Category: Walking the territory

Website of poet Elizabeth Rimmer

The Occasional Tang of Salt

At sixty miles distance, this village where I have lived for thirty years is about as far from the coast as you can get in Britain. It wasn’t always so. About 10,000 years ago, when the last ice melted, there was a long sea loch here which stretched another twenty miles inland, and the fossilised remains of whales were found just up the road, near where the famous battle of Stirling Bridge took place.


September 30, 2019 0

Saving Seeds

We have got to the time of year when the mornings are dewy and the last flowers are making a brave show amid the wreckage of summer. This seems to have happened very fast. Last week, there was a magnificent array of marigolds and the first sprays of montbretia around the pond. This week there…
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September 12, 2019 0

Picking Up

When you start to see this, you know that summer is almost over. The crocosmia – which comes back no matter how hard you try to thin it out – justifies its presence in the garden when the garden takes a deep breath after the summer pause, and begins to think about autumn. The weather…
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August 22, 2019 0

High Summer

now is the time when you start to reckon up, and think about the next year. As I go through the harvest, drying herbs, freezing tomato sauce, and trying new dye plants, I’m beginning to think – but what next? is this doing what I expected? what will the garden need from me next year?


July 24, 2019 0

The Bees

There are about five bees here, all enjoying yesterdays sunshine. There are three carder bees and two white-tailed bumble bees. I’m think this is a hairy-footed flower bee. I suspect there may be miner bees here too. We used to have them in our walls a few years ago, and they were quite disconcerting as…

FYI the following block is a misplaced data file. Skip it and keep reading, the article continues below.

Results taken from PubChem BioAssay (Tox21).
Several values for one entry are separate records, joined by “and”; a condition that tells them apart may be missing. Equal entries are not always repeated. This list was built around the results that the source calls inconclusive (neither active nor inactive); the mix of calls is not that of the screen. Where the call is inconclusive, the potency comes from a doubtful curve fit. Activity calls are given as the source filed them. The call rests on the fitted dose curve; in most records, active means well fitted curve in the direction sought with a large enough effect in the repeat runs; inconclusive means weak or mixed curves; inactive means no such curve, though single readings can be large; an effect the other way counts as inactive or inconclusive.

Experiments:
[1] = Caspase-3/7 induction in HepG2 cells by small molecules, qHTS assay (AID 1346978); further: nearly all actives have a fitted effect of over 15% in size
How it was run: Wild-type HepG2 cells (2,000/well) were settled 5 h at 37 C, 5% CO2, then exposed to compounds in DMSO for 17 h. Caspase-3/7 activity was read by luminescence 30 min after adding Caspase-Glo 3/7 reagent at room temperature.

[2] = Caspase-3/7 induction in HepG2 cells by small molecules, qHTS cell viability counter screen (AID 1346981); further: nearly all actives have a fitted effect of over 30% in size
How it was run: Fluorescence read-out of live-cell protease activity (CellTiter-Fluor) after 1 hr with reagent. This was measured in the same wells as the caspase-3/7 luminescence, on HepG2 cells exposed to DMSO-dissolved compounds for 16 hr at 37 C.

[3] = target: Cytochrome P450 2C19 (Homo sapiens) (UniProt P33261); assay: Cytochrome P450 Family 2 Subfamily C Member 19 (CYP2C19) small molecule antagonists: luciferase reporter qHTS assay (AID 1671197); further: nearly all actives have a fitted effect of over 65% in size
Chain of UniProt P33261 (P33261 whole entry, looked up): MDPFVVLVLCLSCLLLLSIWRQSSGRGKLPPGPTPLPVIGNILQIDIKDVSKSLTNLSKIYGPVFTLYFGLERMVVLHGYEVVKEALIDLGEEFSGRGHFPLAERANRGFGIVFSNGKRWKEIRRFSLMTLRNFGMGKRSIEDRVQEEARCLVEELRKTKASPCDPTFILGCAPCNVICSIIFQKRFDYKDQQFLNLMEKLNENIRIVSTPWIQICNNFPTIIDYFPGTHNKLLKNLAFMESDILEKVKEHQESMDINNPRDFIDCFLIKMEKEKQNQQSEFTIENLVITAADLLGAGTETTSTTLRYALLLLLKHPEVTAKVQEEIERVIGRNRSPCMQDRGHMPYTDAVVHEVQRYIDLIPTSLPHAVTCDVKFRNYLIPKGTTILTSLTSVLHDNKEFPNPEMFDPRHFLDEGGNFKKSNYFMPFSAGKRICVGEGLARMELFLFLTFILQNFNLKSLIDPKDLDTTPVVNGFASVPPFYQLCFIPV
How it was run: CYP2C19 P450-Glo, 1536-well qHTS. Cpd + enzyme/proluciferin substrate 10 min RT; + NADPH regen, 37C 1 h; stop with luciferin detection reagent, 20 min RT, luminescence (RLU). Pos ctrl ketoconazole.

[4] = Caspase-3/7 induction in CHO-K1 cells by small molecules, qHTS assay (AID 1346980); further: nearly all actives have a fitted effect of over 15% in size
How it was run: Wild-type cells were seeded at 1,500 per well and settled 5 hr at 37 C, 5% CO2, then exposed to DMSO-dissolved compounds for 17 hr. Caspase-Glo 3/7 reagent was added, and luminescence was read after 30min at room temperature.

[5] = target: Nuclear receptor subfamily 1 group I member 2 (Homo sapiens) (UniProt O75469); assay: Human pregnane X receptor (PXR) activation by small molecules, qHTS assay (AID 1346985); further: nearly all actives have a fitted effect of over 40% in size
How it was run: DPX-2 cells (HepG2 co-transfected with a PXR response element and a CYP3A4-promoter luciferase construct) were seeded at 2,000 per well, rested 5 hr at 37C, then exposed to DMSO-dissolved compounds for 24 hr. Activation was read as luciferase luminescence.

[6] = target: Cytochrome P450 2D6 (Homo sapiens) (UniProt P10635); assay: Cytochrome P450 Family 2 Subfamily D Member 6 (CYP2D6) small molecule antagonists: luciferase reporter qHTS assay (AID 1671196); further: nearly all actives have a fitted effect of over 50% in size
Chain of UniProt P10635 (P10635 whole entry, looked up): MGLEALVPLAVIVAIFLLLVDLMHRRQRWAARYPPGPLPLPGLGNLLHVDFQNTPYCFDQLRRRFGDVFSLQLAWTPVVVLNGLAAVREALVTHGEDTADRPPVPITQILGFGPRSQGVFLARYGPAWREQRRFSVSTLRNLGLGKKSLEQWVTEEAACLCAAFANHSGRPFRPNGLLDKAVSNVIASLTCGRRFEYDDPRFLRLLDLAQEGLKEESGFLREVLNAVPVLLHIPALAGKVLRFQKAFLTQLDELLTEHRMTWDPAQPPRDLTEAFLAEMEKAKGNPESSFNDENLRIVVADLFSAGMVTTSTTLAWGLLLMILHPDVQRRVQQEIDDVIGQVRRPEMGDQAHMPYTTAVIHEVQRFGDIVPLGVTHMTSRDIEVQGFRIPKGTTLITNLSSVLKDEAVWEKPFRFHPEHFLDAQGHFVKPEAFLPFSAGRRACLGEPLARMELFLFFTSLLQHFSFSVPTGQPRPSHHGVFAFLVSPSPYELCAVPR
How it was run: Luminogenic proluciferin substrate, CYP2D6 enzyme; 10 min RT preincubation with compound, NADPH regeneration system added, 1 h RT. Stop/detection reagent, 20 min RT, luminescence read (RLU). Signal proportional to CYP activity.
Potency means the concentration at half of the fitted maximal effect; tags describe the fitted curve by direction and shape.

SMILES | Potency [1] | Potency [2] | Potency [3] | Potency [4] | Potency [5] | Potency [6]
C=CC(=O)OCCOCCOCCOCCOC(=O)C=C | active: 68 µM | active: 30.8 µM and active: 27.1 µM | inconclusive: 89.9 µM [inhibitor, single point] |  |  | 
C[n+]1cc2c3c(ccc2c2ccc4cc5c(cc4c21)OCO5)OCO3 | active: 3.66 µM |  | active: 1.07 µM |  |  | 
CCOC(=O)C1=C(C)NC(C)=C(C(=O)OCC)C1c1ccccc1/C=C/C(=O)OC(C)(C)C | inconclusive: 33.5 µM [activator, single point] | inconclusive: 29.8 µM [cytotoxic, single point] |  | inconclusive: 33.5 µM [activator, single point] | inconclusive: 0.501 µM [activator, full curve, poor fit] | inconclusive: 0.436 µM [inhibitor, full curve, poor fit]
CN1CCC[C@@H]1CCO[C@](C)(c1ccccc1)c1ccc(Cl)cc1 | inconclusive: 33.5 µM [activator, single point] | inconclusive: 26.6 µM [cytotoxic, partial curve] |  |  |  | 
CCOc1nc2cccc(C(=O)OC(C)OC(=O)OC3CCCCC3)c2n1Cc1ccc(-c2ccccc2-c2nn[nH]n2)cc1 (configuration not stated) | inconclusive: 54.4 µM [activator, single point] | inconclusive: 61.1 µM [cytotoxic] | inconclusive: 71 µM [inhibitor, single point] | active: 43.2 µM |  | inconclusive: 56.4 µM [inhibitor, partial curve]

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June 5, 2019 0

Bringing in the Summer

We have had erratic weather, sometimes very warm, sometimes cold and windy, a lot of sunshine, a bit of cloud, but on the whole, not enough rain. The garden is unusually dry, and what is particularly annoying, it has done nothing to discourage those well-known wet-lovers, slugs and horsetails, which are flourishing mightily. Fortunately, so…
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May 24, 2019 0

Bluebells at Inchmahome

We always try to go to Inchmahome in spring to see the bluebells. They can be up to three weeks behind us here at a much lower level, so it’s a guess when the best time is, but this year, I think we hit peak bluebell. They are everywhere under the trees I took the…
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May 1, 2019 2

Frost in the Territory of Rain

This is the new camera. I’m calling it the beast because it is so much bigger than I thought it would be. And, beside it, its little sister, the compact. One unexpected spin off from getting the beast is that the manuals tell me so much about getting the best out of little sister, and…
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January 23, 2019 0

Lost Connections

These are my local hills, the Ochils, stretching out as far as Perth, marking the boundary with Fife. They have been on the edge of my horizon for thirty-six years, and though I am not a hill-walker, they have fed my imagination all that time. Stories of historic battles, witches, artists, farmers, and silver miners,…
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November 14, 2018 0

The Territory of Summer

This is no longer the territory of rain – at least for now. There hasn’t been a summer like this since about August 1994 – which is when I wrote a journal post that became this: Sunlight hits a blow to the head, and the sky is molten, carved by the screaming flight of swifts…
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June 28, 2018 0